If members of the media discover where a celeb lives, there may be some extra visitors to your neighborhood and/or your property. They frequently come with cameras. Make sure that you’ve clearly noted that trespassing is not allowed, and that you enforce your “no trespassing” rules strictly.

Media attention can mean some nice free publicity for your building if it looks good and the security is in tip-top shape. However, if it looks run-down, dirty, or like a madhouse of photographers you will scare away all but the thrill-seekers for other vacancies in your building.

Do: Expect to have to put some additional clauses in your lease.

The lease might not be in the celeb’s name. It could be under the name of their production company, their publisher, agent or more anonymous spouse. They could request special consideration on breaking a lease, or special privacy considerations. Treat these as you would with any other renter – run them past an attorney with landlord-tenant knowledge, make sure they don’t conflict with the CRLTO, and make sure they make good financial sense for you.

Don’t: assume that you are also guaranteed to meet the famous person they are supposedly dating.

I doubt that I’m the first one to break this to you, but not every celeb couple is actually a couple. A lot of relationships are made up for the press. In other words, just because you’re leasing to Brad, don’t expect to see Angelina.

Don’t: put their name on the mailbox or buzzer without consulting with them first.

If you’ve got an A, B or even D-list celeb renting from you, it’s very likely that they will want to use a pseudonym on the buzzer and mailbox. Consult with them before you make any public labels identifying your property as their new home.

It's an apartment, not a shrine. Don't encourage the former to become the latter.

It’s an apartment, not a shrine. Don’t encourage the former to become the latter. (Pictured: Marilyn Monroe’s gravesite.)

Don’t: tell the other residents, nor your friends, nor anyone else.

Would you tell your friends about anybody else who moved into your building? Probably not. The other residents in your building will probably find out eventually anyhow. If you think it’s likely that the building is about to be the subject of a media frenzy, you may want to send out a general email warning them that there may be some extra activity, but don’t reveal the cause. They will probably find out about their new famous neighbor sooner or later. There is no need for you to be the source of the news.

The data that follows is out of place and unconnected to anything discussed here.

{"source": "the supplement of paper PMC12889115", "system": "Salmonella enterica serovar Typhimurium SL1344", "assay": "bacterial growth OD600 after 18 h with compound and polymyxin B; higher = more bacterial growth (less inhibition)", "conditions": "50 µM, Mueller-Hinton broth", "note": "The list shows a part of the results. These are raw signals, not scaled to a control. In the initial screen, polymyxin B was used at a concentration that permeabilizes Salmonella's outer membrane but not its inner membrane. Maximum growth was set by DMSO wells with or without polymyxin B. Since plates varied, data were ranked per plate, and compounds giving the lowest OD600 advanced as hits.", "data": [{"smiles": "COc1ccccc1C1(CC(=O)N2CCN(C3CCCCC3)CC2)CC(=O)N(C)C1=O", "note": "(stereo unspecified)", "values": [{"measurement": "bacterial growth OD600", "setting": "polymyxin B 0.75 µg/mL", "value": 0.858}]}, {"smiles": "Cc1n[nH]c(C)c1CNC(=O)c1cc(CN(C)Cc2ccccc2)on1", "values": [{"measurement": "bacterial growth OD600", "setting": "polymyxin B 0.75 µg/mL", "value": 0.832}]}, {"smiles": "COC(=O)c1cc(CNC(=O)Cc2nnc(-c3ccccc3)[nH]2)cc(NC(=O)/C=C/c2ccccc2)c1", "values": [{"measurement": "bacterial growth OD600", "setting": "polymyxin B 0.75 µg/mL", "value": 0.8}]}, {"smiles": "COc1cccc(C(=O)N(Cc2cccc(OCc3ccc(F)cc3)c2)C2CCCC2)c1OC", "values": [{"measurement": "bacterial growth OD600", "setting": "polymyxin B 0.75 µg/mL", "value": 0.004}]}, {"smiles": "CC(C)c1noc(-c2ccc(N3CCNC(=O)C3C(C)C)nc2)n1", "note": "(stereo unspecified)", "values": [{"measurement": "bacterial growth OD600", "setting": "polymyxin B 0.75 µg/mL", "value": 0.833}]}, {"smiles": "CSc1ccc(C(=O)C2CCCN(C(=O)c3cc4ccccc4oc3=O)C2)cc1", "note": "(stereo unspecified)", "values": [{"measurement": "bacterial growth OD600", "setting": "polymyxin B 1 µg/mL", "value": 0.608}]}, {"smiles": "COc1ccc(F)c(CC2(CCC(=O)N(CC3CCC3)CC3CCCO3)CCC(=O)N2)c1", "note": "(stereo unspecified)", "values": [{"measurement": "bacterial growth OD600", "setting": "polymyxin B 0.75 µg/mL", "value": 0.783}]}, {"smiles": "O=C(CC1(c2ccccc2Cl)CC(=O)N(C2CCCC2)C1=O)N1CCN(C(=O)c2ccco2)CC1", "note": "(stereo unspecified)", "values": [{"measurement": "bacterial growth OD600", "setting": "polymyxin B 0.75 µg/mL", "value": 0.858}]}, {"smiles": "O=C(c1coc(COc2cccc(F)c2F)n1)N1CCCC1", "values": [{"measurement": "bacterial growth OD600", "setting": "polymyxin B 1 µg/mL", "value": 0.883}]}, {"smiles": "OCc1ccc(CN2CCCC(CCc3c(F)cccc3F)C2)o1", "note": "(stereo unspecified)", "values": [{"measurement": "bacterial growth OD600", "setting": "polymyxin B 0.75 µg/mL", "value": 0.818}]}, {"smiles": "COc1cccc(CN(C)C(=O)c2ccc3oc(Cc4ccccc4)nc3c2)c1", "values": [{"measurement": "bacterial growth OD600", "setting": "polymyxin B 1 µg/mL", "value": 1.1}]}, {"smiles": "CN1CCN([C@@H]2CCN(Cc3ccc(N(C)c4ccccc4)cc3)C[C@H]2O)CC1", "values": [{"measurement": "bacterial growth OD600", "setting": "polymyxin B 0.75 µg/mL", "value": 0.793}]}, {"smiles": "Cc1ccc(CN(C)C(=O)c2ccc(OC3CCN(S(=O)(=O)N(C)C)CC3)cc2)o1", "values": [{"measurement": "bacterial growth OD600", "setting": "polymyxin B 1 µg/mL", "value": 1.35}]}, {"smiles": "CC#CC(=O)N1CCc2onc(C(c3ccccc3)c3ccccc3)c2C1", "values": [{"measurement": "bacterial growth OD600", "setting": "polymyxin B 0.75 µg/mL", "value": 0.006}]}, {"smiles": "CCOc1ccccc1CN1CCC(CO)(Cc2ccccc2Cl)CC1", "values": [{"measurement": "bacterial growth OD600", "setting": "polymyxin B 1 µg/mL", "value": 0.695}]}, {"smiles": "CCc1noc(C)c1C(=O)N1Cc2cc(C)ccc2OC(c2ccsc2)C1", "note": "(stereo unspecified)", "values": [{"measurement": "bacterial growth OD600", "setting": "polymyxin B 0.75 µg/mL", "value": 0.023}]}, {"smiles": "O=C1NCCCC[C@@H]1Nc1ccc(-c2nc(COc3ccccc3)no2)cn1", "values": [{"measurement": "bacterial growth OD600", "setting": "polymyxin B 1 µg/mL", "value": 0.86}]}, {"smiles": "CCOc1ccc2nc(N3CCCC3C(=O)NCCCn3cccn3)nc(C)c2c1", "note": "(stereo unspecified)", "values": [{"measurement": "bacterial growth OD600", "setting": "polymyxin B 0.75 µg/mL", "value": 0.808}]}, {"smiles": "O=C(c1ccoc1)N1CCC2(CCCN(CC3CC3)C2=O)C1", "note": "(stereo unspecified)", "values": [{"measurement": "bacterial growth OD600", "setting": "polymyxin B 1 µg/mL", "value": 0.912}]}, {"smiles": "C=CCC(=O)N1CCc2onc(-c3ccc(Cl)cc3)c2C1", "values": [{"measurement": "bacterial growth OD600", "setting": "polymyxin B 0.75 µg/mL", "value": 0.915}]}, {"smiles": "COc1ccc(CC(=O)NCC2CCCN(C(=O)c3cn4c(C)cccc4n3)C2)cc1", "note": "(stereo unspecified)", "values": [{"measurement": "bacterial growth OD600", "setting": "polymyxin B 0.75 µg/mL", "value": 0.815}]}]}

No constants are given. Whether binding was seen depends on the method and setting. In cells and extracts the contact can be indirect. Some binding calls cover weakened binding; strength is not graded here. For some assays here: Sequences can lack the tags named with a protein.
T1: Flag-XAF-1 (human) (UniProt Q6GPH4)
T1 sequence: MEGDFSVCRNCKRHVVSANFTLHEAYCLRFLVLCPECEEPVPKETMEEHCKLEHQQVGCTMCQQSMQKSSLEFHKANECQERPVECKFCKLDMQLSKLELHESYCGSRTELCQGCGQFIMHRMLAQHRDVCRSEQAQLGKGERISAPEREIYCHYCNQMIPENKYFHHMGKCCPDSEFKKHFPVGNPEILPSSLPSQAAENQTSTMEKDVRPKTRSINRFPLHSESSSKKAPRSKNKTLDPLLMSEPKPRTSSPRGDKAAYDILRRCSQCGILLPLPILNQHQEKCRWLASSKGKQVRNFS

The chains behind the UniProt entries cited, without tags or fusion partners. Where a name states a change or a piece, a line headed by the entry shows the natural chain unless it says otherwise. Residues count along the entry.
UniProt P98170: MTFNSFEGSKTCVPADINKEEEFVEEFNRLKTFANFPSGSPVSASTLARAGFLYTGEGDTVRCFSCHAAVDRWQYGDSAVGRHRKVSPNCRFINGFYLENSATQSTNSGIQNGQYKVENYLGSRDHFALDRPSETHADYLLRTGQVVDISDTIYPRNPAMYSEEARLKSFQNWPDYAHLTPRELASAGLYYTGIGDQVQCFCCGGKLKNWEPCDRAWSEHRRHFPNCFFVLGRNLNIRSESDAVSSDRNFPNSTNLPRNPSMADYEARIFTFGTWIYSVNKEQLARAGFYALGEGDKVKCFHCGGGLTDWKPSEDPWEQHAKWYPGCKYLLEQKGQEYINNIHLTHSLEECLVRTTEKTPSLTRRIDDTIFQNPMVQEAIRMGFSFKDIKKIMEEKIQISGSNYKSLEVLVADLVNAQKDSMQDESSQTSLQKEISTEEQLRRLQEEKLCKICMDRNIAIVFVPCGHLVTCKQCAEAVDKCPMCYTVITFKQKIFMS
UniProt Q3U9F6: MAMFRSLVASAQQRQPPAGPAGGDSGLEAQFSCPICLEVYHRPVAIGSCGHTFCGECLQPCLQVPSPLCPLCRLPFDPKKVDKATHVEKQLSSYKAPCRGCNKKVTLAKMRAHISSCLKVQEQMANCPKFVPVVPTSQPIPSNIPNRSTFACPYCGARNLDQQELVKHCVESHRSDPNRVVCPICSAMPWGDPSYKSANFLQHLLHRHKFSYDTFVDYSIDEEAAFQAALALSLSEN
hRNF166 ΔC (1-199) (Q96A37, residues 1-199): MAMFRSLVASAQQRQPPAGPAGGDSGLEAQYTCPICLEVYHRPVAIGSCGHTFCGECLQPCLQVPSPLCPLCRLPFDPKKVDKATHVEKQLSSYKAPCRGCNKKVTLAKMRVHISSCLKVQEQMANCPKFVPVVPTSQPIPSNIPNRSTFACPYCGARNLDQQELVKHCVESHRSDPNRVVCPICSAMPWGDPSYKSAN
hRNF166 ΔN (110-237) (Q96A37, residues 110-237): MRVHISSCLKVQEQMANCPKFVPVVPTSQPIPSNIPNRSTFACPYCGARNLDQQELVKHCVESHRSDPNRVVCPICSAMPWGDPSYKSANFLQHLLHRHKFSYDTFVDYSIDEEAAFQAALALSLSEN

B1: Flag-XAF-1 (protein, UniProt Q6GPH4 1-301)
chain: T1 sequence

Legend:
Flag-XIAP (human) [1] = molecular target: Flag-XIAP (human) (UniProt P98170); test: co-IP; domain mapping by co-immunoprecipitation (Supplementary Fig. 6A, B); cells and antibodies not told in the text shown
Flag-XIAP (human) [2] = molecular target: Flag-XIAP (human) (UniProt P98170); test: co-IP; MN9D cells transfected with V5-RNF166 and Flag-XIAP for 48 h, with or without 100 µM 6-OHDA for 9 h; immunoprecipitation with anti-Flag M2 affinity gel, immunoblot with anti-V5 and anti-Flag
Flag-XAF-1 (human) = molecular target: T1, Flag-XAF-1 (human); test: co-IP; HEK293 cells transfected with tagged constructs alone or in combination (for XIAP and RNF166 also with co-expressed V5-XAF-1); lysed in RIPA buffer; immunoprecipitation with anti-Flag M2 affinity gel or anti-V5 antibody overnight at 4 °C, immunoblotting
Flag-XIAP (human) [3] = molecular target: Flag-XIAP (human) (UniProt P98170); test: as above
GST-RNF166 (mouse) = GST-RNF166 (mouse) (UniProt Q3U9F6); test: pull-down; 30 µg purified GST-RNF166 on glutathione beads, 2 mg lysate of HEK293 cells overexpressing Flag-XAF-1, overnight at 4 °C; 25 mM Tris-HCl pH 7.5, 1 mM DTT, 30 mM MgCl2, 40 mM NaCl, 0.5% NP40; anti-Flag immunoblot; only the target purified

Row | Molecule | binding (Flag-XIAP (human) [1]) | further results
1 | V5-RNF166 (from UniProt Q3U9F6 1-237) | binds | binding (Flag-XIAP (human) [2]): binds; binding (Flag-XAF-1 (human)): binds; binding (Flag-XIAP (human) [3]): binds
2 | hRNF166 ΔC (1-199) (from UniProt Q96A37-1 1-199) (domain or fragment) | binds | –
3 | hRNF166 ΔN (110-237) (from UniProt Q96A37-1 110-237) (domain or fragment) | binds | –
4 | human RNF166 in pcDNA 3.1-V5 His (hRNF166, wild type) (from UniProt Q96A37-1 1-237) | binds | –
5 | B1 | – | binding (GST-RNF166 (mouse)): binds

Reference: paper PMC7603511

Save it up so that you can have a story to tell several years down the road, but while you’re in the thick of it keep it to yourself.

Don’t: sell their lease signature as an autographed document.

If I thought of it, some of you probably thought of it too. Just don’t. I don’t care how much you could get for autographed memorabilia on eBay. Once they request a showing, they are no longer a famous object of attention. They are a human being who needs housing, and your customer. Their belongings – including their signature – are not to be auctioned off. They have the right to quiet enjoyment of their home, and that goes for their legal documents as well.

This lease signed by a mass murderer in 1981 was found on an auction site. You should feel the same way about this as you do about selling the signatures of your own tenants.

This 32 year old lease signed by a mass murderer is up for auction. You should feel the same way about this as you do about selling the signatures of your own tenants.

Don’t: expect any special favors just for being their landlord.

They will not make you famous. They will not show your screenplay to their director. They won’t get you reservations at their restaurant or season tickets to their games. Nor should you accept any of the above instead of rent unless you’re prepared to go on the barter system for all of your other tenants as well. If you do a good job, help protect their privacy and keep a clean property, you may get a nice gift from them here and there, but don’t expect any special treatment or attention from the celeb just because they’re living in your building.

Have you dealt with a famous neighbor or tenant? Share your stories in the comments – just don’t name any names, OK?

I’ll be back Wednesday with to talk a bit about earnest money.

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Hi! Please note that I'm no longer a licensed Realtor and I don't check the comments very often anymore. You're welcome to leave questions but be aware that it may be a few months before I see it. For faster response, please use the Contact page to email me your questions.

-Kay C.